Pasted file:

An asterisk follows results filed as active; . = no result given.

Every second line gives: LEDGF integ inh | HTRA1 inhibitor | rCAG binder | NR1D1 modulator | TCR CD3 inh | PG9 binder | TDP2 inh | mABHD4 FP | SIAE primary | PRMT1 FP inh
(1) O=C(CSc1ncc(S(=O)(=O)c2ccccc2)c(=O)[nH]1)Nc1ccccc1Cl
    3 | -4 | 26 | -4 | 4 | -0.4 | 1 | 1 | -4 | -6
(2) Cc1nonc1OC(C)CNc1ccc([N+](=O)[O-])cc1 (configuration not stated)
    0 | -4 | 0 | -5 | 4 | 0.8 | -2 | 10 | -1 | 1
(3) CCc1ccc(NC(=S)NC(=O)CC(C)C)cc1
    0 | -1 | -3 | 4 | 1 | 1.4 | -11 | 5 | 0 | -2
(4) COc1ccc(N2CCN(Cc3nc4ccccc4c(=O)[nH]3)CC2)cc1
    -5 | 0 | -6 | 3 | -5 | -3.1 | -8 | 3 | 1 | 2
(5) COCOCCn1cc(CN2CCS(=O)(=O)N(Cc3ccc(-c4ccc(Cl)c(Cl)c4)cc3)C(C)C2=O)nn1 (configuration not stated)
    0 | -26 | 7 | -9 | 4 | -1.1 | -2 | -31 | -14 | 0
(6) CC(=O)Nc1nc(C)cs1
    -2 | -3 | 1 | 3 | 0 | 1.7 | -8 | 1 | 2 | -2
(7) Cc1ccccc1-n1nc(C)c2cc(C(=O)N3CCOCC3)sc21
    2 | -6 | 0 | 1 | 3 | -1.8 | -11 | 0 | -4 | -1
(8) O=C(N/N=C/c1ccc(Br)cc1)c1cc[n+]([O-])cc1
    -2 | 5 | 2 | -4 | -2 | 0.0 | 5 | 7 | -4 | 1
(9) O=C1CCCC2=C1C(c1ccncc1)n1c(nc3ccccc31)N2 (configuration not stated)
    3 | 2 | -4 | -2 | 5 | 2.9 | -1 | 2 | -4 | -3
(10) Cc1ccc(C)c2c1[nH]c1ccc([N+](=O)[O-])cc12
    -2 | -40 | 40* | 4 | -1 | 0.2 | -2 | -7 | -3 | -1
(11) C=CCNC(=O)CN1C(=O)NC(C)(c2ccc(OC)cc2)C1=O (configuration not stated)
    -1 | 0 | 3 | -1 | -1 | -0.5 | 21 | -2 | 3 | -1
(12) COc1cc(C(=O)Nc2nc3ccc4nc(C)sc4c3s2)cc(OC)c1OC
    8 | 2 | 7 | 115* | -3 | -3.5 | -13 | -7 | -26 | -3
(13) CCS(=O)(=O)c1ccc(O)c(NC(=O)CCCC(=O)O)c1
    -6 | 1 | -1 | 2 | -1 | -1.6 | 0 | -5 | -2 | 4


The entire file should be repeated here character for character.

An asterisk follows results filed as active; . = no result given.

Every second line gives: LEDGF integ inh | HTRA1 inhibitor | rCAG binder | NR1D1 modulator | TCR CD3 inh | PG9 binder | TDP2 inh | mABHD4 FP | SIAE primary | PRMT1 FP inh
(1) O=C(CSc1ncc(S(=O)(=O)c2ccccc2)c(=O)[nH]1)Nc1ccccc1Cl
    3 | -4 | 26 | -4 | 4 | -0.4 | 1 | 1 | -4 | -6
(2) Cc1nonc1OC(C)CNc1ccc([N+](=O)[O-])cc1 (configuration not stated)
    0 | -4 | 0 | -5 | 4 | 0.8 | -2 | 10 | -1 | 1
(3) CCc1ccc(NC(=S)NC(=O)CC(C)C)cc1
    0 | -1 | -3 | 4 | 1 | 1.4 | -11 | 5 | 0 | -2
(4) COc1ccc(N2CCN(Cc3nc4ccccc4c(=O)[nH]3)CC2)cc1
    -5 | 0 | -6 | 3 | -5 | -3.1 | -8 | 3 | 1 | 2
(5) COCOCCn1cc(CN2CCS(=O)(=O)N(Cc3ccc(-c4ccc(Cl)c(Cl)c4)cc3)C(C)C2=O)nn1 (configuration not stated)
    0 | -26 | 7 | -9 | 4 | -1.1 | -2 | -31 | -14 | 0
(6) CC(=O)Nc1nc(C)cs1
    -2 | -3 | 1 | 3 | 0 | 1.7 | -8 | 1 | 2 | -2
(7) Cc1ccccc1-n1nc(C)c2cc(C(=O)N3CCOCC3)sc21
    2 | -6 | 0 | 1 | 3 | -1.8 | -11 | 0 | -4 | -1
(8) O=C(N/N=C/c1ccc(Br)cc1)c1cc[n+]([O-])cc1
    -2 | 5 | 2 | -4 | -2 | 0.0 | 5 | 7 | -4 | 1
(9) O=C1CCCC2=C1C(c1ccncc1)n1c(nc3ccccc31)N2 (configuration not stated)
    3 | 2 | -4 | -2 | 5 | 2.9 | -1 | 2 | -4 | -3
(10) Cc1ccc(C)c2c1[nH]c1ccc([N+](=O)[O-])cc12
    -2 | -40 | 40* | 4 | -1 | 0.2 | -2 | -7 | -3 | -1
(11) C=CCNC(=O)CN1C(=O)NC(C)(c2ccc(OC)cc2)C1=O (configuration not stated)
    -1 | 0 | 3 | -1 | -1 | -0.5 | 21 | -2 | 3 | -1
(12) COc1cc(C(=O)Nc2nc3ccc4nc(C)sc4c3s2)cc(OC)c1OC
    8 | 2 | 7 | 115* | -3 | -3.5 | -13 | -7 | -26 | -3
(13) CCS(=O)(=O)c1ccc(O)c(NC(=O)CCCC(=O)O)c1
    -6 | 1 | -1 | 2 | -1 | -1.6 | 0 | -5 | -2 | 4